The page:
What's Love Got To Do With Business?

Updated: Mar 20

We've all heard the words, "it's business, not personal," but when it comes to being an entrepreneur, where is the line? Spending every day pouring myself into my business makes it feel very much like a love affair. So, when is it appropriate to share "feelings?" and when are emotions unprofessional and oversharing?


This week, I decided that my work style was too different from someone who I was trying to work with. And, I decided to end the relationship before it started. Why? Feelings.


1) Gut Feelings


Since early in my career, I have been told I have great instincts and have been told to go with them. It's taken me a long time to listen. This time, it took me less time to hear my gut yelling at me.


Throughout the past three years in the cannabis industry, I have learned that not everyone defines integrity as I do; keeping your word. This is a core value of mine, and I need to listen to my gut when I feel that boundary being crossed.

Perhaps it has to do with how many deals are discussed under the influence of the plant that makes it seem like everything is gonna be alright? But, the over-promising and under-delivering, or worse, ghosting, is rampant.

2) Ghosting


Ghosting in dating is defined as ending all communication with someone without any explanation. But, in business it's a little different.


The scenario goes like this:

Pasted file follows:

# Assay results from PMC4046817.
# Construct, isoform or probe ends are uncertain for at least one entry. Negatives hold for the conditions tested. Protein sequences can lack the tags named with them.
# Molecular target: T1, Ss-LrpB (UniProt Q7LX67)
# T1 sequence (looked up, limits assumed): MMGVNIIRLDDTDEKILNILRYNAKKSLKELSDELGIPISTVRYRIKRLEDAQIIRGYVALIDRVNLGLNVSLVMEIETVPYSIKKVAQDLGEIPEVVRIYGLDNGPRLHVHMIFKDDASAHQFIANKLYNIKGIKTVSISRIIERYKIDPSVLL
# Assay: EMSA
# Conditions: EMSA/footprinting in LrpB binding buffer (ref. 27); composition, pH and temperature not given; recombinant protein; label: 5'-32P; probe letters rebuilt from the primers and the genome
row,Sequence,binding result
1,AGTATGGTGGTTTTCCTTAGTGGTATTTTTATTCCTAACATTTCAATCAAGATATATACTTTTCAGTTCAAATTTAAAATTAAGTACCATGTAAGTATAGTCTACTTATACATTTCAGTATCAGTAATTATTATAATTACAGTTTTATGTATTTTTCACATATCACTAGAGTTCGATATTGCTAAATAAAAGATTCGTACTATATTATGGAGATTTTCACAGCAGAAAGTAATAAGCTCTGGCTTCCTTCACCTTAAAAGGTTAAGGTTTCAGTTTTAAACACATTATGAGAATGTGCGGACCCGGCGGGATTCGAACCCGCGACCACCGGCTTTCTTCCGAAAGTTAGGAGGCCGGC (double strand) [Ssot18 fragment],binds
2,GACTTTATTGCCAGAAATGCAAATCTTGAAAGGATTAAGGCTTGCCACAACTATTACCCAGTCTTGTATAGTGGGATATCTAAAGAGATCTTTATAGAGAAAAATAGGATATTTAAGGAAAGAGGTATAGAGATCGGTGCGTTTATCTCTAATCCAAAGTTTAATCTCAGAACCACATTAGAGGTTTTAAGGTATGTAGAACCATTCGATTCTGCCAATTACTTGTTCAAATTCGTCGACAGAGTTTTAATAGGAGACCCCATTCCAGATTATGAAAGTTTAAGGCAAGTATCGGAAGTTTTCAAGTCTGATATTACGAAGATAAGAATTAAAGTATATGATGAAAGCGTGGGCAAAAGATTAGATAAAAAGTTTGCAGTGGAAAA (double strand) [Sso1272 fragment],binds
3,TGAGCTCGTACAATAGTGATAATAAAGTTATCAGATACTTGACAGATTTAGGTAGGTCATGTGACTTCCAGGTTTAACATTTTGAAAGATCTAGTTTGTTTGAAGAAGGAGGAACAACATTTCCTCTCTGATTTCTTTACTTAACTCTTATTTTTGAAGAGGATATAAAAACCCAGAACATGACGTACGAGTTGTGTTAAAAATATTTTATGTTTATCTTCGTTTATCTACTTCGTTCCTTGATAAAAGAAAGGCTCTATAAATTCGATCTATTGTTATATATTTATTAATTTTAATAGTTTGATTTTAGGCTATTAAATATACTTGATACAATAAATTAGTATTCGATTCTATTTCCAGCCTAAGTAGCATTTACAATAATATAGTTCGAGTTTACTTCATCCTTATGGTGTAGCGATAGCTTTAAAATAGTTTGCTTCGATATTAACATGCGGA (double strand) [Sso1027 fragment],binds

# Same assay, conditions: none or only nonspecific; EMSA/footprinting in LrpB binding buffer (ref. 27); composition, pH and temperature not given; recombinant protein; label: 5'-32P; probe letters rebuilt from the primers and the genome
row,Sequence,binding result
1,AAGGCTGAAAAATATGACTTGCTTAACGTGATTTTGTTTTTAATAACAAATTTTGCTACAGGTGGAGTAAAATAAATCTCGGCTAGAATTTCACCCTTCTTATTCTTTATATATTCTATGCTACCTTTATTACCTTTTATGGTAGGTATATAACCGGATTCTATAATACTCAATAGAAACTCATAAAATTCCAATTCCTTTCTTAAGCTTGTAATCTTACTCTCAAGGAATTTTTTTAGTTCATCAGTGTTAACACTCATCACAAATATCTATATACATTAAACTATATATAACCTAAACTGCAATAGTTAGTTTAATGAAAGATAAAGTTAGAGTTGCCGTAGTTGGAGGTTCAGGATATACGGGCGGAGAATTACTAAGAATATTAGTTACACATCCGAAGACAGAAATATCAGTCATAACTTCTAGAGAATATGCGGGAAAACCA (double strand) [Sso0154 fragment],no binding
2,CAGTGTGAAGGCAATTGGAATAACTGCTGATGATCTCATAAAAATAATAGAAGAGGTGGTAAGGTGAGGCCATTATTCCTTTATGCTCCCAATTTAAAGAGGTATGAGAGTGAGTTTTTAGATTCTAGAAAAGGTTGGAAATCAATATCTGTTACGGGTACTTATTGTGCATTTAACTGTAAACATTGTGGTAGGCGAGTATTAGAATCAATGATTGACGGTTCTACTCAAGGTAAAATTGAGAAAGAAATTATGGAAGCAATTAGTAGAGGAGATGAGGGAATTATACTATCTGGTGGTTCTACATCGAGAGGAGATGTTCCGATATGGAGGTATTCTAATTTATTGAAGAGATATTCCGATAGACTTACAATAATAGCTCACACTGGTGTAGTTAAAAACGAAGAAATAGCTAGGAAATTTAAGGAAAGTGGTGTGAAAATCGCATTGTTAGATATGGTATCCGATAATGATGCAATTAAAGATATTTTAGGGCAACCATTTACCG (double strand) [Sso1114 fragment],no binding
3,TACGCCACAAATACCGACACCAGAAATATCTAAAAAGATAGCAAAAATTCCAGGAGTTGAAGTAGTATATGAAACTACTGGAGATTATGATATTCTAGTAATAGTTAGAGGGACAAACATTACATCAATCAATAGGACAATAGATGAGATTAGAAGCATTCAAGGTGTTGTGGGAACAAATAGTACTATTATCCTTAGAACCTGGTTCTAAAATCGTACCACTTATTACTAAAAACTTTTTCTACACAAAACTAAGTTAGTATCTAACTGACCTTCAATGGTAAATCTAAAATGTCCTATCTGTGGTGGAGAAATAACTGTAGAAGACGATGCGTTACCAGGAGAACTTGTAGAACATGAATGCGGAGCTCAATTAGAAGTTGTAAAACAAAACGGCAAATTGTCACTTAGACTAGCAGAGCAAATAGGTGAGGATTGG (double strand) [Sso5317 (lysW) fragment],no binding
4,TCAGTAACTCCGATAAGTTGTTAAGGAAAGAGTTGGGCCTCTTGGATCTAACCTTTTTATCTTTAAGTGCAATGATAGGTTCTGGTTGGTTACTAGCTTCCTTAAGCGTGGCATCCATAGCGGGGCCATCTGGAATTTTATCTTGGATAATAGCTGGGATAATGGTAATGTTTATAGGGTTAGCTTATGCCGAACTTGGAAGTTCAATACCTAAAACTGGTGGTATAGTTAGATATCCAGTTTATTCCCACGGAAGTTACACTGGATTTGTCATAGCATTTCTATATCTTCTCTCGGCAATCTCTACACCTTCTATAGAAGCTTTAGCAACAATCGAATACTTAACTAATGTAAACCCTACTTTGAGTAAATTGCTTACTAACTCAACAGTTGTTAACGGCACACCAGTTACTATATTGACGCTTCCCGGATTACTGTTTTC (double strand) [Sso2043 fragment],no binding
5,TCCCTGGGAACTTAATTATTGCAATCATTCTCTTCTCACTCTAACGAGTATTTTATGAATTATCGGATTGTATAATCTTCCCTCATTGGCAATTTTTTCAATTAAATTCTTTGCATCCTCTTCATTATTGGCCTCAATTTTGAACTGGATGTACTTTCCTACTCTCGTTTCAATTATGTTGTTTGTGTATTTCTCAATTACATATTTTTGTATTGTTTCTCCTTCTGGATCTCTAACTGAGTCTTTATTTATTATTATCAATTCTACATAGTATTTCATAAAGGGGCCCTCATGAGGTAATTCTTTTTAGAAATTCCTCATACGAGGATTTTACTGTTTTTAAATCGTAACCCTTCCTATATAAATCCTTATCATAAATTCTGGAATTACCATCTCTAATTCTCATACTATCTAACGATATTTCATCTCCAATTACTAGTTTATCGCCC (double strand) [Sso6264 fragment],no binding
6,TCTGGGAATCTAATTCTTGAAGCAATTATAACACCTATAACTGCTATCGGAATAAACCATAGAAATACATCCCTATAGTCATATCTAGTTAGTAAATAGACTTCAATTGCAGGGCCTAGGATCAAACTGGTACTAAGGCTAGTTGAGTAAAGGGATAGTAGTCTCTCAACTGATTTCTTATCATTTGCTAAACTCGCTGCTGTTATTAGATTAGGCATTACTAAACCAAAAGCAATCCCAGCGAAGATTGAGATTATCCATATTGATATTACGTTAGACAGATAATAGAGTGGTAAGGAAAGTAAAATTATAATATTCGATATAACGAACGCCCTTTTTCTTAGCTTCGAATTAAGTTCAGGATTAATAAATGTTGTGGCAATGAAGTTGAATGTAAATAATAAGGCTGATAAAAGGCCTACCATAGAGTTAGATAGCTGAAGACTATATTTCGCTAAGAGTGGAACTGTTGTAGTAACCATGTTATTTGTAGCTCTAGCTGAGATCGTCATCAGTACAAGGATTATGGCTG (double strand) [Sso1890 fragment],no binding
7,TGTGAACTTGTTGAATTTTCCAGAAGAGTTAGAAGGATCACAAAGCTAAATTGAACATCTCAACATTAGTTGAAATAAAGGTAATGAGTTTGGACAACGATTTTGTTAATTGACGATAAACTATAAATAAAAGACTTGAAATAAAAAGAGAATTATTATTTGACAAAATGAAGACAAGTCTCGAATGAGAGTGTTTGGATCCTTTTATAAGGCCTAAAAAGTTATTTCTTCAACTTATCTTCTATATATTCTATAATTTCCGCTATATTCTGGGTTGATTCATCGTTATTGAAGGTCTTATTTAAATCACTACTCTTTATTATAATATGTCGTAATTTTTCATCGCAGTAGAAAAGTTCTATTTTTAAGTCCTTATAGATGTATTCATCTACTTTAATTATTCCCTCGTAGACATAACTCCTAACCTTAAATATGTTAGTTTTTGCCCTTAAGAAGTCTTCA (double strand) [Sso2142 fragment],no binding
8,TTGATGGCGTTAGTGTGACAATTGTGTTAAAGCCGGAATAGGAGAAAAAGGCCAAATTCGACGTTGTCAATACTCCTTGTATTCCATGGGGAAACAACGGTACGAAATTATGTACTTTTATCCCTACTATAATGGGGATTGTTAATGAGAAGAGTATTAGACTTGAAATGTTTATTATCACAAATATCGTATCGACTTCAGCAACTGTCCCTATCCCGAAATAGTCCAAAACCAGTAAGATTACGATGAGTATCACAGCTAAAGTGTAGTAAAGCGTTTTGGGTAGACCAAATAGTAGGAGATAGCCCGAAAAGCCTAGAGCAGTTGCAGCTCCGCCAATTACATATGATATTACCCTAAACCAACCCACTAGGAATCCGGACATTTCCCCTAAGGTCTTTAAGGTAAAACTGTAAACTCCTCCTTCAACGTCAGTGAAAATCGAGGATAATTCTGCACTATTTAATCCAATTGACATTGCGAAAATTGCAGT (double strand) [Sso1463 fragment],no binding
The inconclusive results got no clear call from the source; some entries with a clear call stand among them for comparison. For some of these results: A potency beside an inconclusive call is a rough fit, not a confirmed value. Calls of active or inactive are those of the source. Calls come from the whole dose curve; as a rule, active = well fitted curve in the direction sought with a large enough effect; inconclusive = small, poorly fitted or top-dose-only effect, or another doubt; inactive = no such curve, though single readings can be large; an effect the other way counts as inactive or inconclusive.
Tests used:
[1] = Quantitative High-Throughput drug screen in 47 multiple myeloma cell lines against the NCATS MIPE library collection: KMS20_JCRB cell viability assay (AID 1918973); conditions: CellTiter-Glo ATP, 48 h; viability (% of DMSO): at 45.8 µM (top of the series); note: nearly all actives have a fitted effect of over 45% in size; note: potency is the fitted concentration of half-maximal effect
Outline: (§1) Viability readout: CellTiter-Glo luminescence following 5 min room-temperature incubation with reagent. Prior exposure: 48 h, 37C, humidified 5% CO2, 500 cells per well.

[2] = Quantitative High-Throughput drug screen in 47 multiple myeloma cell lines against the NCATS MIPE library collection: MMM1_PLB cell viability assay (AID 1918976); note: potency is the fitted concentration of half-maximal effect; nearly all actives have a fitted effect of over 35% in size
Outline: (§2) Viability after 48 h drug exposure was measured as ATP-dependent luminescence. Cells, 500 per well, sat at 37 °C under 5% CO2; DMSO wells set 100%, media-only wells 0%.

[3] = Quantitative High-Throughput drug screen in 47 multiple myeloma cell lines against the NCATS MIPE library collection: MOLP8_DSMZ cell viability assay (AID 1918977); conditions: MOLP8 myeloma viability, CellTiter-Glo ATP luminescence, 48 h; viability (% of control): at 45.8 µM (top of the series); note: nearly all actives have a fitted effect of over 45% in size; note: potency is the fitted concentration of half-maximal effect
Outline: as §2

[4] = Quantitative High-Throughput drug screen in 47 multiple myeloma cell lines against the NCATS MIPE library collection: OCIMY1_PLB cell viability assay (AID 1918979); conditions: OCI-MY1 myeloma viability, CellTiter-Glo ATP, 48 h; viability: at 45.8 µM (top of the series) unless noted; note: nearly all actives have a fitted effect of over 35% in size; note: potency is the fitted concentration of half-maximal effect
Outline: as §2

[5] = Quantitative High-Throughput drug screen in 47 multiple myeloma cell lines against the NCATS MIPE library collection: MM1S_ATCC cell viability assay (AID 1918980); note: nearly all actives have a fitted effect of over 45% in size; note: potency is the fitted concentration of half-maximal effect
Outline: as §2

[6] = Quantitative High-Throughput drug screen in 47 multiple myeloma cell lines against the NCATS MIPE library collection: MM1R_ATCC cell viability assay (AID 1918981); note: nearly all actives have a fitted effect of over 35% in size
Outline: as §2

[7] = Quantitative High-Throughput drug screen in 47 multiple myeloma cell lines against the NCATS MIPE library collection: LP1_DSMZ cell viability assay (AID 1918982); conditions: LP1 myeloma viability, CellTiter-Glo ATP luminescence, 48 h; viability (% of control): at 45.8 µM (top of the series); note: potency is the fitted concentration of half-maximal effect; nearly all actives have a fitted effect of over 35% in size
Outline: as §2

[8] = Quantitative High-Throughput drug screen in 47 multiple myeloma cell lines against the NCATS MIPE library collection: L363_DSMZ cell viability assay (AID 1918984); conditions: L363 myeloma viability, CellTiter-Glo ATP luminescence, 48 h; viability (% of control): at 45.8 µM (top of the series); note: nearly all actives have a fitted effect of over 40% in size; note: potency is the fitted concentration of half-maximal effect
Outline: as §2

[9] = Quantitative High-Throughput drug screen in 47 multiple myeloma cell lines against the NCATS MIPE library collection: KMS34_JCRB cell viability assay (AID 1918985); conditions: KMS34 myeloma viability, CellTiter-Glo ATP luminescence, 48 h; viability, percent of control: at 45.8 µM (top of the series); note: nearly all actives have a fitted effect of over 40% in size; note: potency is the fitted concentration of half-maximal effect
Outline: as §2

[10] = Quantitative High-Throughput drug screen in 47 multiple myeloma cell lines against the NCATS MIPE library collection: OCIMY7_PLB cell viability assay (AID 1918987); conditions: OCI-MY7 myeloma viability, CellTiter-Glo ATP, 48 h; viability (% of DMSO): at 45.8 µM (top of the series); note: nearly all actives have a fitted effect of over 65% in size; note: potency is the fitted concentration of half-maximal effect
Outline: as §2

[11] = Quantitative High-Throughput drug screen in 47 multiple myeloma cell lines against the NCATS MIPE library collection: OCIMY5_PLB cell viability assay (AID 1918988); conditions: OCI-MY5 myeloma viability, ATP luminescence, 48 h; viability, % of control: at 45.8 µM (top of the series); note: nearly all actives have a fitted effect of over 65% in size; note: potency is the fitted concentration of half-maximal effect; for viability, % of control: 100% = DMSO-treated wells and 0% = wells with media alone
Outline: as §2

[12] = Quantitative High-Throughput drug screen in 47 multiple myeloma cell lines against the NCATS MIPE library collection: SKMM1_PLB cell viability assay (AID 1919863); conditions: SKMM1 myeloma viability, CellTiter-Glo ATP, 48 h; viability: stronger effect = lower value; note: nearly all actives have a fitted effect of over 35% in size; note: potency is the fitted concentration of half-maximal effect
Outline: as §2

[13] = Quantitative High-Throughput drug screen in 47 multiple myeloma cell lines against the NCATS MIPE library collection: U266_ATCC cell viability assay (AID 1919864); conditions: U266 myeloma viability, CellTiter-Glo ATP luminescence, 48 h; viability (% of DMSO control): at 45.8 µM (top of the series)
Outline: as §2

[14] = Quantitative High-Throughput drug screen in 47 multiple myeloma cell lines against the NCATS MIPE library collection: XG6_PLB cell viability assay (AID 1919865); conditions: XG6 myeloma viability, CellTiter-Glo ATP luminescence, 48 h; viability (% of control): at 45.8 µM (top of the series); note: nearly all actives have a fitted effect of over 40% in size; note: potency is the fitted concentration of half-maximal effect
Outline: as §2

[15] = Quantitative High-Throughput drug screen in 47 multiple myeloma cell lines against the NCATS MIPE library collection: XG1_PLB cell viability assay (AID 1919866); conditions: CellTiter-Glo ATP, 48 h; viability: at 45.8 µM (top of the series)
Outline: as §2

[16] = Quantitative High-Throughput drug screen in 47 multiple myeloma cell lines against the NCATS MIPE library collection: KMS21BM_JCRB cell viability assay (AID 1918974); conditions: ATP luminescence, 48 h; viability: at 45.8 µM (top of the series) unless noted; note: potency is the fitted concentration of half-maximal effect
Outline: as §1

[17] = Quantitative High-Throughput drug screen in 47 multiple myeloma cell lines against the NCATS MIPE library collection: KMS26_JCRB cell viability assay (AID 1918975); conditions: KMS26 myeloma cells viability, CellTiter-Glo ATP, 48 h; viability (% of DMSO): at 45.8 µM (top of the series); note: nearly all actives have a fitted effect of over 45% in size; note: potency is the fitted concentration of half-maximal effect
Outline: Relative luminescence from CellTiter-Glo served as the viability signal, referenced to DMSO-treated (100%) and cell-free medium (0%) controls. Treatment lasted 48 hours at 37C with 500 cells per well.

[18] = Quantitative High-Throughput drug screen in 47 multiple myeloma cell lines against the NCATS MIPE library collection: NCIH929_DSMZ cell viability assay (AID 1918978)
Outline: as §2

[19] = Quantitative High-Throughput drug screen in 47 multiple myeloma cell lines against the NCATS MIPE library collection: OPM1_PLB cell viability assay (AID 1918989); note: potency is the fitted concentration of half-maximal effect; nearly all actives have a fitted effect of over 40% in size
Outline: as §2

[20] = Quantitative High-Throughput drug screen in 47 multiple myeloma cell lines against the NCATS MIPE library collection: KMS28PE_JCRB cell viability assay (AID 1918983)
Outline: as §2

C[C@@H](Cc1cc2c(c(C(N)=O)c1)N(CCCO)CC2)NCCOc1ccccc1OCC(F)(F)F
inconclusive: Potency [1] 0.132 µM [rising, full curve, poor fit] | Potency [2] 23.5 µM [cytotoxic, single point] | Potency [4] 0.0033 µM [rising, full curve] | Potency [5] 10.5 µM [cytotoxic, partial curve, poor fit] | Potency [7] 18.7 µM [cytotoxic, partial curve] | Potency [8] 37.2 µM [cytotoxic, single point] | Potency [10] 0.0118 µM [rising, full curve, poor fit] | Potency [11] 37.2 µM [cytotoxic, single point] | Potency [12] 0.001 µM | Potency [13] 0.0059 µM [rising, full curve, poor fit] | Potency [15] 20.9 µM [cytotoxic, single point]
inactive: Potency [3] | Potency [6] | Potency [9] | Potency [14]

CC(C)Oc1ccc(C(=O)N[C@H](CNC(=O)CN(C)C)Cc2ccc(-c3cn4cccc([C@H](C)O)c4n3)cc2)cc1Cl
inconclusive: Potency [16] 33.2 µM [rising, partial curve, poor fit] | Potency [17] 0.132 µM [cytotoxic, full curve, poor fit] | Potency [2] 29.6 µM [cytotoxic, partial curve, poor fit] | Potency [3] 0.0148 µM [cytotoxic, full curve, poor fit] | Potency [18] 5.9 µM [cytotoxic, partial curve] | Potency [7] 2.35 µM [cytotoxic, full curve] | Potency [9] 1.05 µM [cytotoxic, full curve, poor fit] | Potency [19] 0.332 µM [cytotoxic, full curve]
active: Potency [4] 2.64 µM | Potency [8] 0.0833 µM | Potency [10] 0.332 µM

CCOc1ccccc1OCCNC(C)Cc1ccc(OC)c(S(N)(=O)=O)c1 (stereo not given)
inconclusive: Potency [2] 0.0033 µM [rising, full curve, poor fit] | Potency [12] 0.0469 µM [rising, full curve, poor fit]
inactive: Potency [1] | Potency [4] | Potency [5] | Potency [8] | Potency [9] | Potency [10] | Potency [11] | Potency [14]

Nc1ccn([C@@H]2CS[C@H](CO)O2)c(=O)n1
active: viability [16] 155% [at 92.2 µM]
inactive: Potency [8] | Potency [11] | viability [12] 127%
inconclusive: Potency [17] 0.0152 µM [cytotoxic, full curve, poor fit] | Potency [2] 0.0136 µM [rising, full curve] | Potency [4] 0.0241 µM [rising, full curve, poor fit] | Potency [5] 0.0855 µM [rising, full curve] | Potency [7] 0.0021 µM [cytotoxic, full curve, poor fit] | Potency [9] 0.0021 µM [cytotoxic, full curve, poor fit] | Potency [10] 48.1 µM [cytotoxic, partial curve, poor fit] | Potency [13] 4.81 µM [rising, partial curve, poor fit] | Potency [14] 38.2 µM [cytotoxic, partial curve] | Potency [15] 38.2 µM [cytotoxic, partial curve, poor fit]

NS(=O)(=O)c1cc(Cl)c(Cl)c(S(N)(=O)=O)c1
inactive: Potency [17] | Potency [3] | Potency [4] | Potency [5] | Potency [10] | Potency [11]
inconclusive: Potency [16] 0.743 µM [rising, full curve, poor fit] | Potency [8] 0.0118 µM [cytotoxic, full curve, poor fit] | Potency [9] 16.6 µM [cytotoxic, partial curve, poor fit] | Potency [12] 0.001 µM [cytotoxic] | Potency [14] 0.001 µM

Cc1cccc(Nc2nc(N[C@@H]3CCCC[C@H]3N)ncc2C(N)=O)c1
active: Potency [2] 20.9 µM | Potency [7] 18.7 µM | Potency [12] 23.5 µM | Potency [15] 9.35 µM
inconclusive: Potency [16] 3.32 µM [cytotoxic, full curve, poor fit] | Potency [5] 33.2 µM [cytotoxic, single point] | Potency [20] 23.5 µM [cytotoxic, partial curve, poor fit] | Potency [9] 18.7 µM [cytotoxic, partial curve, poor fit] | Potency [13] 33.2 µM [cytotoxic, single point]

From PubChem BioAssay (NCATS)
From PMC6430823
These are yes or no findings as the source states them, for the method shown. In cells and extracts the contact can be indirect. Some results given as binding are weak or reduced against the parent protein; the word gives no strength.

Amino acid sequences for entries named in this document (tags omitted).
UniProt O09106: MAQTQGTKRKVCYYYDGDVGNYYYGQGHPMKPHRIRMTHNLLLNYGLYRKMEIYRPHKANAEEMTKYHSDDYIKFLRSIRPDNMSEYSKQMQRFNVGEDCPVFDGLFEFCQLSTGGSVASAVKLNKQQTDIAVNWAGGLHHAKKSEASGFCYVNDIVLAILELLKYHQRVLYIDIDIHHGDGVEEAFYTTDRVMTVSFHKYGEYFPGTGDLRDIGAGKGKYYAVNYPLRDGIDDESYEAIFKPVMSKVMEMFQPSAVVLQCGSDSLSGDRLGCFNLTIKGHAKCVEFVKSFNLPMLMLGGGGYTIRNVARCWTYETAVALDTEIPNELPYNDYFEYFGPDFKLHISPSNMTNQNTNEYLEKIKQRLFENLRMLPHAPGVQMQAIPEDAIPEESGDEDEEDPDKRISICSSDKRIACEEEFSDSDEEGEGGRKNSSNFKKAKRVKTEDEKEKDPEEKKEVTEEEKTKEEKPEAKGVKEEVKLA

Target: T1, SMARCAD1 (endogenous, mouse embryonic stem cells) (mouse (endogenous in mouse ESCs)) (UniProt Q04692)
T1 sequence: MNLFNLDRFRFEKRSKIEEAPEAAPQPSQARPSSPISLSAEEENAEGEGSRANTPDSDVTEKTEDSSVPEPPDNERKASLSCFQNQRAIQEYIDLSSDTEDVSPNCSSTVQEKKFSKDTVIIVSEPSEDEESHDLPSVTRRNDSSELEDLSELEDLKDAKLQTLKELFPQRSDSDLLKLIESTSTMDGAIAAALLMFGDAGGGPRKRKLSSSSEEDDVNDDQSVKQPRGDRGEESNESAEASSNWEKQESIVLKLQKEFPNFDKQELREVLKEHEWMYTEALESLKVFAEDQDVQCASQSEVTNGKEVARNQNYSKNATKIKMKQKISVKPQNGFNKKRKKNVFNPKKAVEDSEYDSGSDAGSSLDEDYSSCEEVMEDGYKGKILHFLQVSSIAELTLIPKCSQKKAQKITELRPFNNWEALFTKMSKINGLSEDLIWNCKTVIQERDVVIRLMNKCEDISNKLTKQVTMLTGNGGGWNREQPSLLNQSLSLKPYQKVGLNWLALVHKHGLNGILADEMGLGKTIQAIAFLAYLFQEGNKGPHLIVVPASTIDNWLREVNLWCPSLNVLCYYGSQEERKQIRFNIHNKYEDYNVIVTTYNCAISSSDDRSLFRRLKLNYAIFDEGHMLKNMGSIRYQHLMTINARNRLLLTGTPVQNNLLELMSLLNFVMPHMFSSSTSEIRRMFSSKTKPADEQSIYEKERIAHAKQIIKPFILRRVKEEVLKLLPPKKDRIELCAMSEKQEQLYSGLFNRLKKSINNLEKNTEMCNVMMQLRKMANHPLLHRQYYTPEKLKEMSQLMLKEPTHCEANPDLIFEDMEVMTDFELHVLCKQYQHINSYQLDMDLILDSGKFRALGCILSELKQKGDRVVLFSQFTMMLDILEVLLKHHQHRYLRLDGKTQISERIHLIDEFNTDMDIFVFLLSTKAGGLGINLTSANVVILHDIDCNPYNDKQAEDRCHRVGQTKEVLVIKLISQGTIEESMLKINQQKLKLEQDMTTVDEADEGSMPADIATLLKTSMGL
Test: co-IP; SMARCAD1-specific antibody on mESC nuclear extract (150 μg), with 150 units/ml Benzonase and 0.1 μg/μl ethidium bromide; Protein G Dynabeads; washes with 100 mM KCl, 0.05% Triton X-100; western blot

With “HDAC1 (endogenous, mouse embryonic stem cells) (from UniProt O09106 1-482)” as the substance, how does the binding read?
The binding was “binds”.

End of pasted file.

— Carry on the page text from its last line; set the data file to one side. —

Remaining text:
• "I am so excited to work with you, we are going to do all of this work together, I can't wait."

  • Next, it gets fun and exciting for a few weeks while you imagine all of the possibilities that might come from working together, texts fly, ideas percolate.

  • Then, one of the parties stops responding, only responds to questions they want to while leaving others out, and begins acting like the initial conversation was not as passionate (I know not a biz term, but it applies).

  • Finally, deadlines slip, promises start to unravel and communication dries up.

Last week I told the other party that I was feeling ghosted. I figured I would try a different approach and share my feelings without also going dark. I hadn't heard from this person since February 15th when they said we'd start work together on March 1st. It was now March 11th. I guess I hoped they'd apologize for creating that feeling with someone they wanted to work with -- we are talking about a partnership-sized deal. But, they did not. Instead, they chose to tell me that they were right. That's when I decided we weren't a fit.


3) Passion


What a creepy word to use in business! Passion is defined as: strong and barely controllable emotion. When you are an entrepreneur, everything about your business is done with passion. There's no way you would be able to keep going if you didn't have it. But passion is an emotion, and it is often confused with love.


True passion for your work feels like love. It makes you stay up all night working toward your goals and it drives you to want to see your vision come to fruition. You become fiercely protective of that passion. When I meet someone who I believe shares my passion for helping people, for growing businesses and for the future of the cannabis industry, I begin to share that passion. When it's unrequited, it feels like a broken heart.


I used to be much better at separating my emotions from my work. In fact, I used to compromise my values in the name of Capitalism all the time. I understood that the abusive client was paying the agency $150K/month and my salary was a trade off for me making that client believe that I was her best friend.


But, after not making a big salary (or any salary for that matter) for 3 years, I have realized that my emotions are way more valuable than money. And, when it's not a fit, I get to move on even when it's leaving a lot of money on the table.





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